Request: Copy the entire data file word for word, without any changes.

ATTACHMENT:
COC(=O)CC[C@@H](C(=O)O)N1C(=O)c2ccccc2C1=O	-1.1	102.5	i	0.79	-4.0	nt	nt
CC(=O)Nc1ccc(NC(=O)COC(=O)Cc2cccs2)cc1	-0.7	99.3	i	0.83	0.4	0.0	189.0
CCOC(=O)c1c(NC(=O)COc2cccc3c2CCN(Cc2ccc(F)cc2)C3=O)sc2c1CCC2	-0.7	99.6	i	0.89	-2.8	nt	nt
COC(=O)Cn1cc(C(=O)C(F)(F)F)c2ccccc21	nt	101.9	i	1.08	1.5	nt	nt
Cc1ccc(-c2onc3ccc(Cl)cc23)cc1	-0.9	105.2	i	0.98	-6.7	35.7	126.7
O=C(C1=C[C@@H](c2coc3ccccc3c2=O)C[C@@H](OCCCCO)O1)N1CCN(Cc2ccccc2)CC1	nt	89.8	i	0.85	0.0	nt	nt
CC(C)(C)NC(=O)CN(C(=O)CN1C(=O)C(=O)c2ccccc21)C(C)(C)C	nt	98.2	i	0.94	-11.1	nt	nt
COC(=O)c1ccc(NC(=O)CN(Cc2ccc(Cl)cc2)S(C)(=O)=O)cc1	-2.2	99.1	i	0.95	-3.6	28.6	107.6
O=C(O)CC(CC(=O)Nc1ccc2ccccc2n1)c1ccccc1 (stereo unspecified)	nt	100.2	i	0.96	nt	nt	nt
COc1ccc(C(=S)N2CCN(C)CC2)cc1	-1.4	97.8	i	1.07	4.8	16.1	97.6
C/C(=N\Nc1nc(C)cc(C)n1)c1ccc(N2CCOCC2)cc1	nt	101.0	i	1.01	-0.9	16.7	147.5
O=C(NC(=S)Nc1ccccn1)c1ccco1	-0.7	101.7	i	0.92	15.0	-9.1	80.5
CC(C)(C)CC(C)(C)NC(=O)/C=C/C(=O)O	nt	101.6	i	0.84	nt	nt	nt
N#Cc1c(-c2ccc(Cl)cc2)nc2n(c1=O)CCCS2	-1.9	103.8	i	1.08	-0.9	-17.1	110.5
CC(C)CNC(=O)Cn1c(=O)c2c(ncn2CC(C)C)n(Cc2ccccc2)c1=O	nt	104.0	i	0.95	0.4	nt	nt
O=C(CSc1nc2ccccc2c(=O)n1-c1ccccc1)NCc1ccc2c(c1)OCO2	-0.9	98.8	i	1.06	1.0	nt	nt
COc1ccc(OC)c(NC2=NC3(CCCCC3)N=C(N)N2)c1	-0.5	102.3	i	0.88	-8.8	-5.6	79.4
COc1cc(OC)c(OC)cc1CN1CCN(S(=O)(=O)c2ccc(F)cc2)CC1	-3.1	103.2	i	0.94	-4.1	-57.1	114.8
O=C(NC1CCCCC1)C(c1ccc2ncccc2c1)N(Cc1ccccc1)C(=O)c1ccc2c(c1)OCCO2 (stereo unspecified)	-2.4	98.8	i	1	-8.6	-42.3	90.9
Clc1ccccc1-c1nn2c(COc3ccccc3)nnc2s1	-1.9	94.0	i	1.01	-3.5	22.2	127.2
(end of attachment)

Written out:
COC(=O)CC[C@@H](C(=O)O)N1C(=O)c2ccccc2C1=O	-1.1	102.5	i	0.79	-4.0	nt	nt
CC(=O)Nc1ccc(NC(=O)COC(=O)Cc2cccs2)cc1	-0.7	99.3	i	0.83	0.4	0.0	189.0
CCOC(=O)c1c(NC(=O)COc2cccc3c2CCN(Cc2ccc(F)cc2)C3=O)sc2c1CCC2	-0.7	99.6	i	0.89	-2.8	nt	nt
COC(=O)Cn1cc(C(=O)C(F)(F)F)c2ccccc21	nt	101.9	i	1.08	1.5	nt	nt
Cc1ccc(-c2onc3ccc(Cl)cc23)cc1	-0.9	105.2	i	0.98	-6.7	35.7	126.7
O=C(C1=C[C@@H](c2coc3ccccc3c2=O)C[C@@H](OCCCCO)O1)N1CCN(Cc2ccccc2)CC1	nt	89.8	i	0.85	0.0	nt	nt
CC(C)(C)NC(=O)CN(C(=O)CN1C(=O)C(=O)c2ccccc21)C(C)(C)C	nt	98.2	i	0.94	-11.1	nt	nt
COC(=O)c1ccc(NC(=O)CN(Cc2ccc(Cl)cc2)S(C)(=O)=O)cc1	-2.2	99.1	i	0.95	-3.6	28.6	107.6
O=C(O)CC(CC(=O)Nc1ccc2ccccc2n1)c1ccccc1 (stereo unspecified)	nt	100.2	i	0.96	nt	nt	nt
COc1ccc(C(=S)N2CCN(C)CC2)cc1	-1.4	97.8	i	1.07	4.8	16.1	97.6
C/C(=N\Nc1nc(C)cc(C)n1)c1ccc(N2CCOCC2)cc1	nt	101.0	i	1.01	-0.9	16.7	147.5
O=C(NC(=S)Nc1ccccn1)c1ccco1	-0.7	101.7	i	0.92	15.0	-9.1	80.5
CC(C)(C)CC(C)(C)NC(=O)/C=C/C(=O)O	nt	101.6	i	0.84	nt	nt	nt
N#Cc1c(-c2ccc(Cl)cc2)nc2n(c1=O)CCCS2	-1.9	103.8	i	1.08	-0.9	-17.1	110.5
CC(C)CNC(=O)Cn1c(=O)c2c(ncn2CC(C)C)n(Cc2ccccc2)c1=O	nt	104.0	i	0.95	0.4	nt	nt
O=C(CSc1nc2ccccc2c(=O)n1-c1ccccc1)NCc1ccc2c(c1)OCO2	-0.9	98.8	i	1.06	1.0	nt	nt
COc1ccc(OC)c(NC2=NC3(CCCCC3)N=C(N)N2)c1	-0.5	102.3	i	0.88	-8.8	-5.6	79.4
COc1cc(OC)c(OC)cc1CN1CCN(S(=O)(=O)c2ccc(F)cc2)CC1	-3.1	103.2	i	0.94	-4.1	-57.1	114.8
O=C(NC1CCCCC1)C(c1ccc2ncccc2c1)N(Cc1ccccc1)C(=O)c1ccc2c(c1)OCCO2 (stereo unspecified)	-2.4	98.8	i	1	-8.6	-42.3	90.9
Clc1ccccc1-c1nn2c(COc3ccccc3)nnc2s1	-1.9	94.0	i	1.01	-3.5	22.2	127.2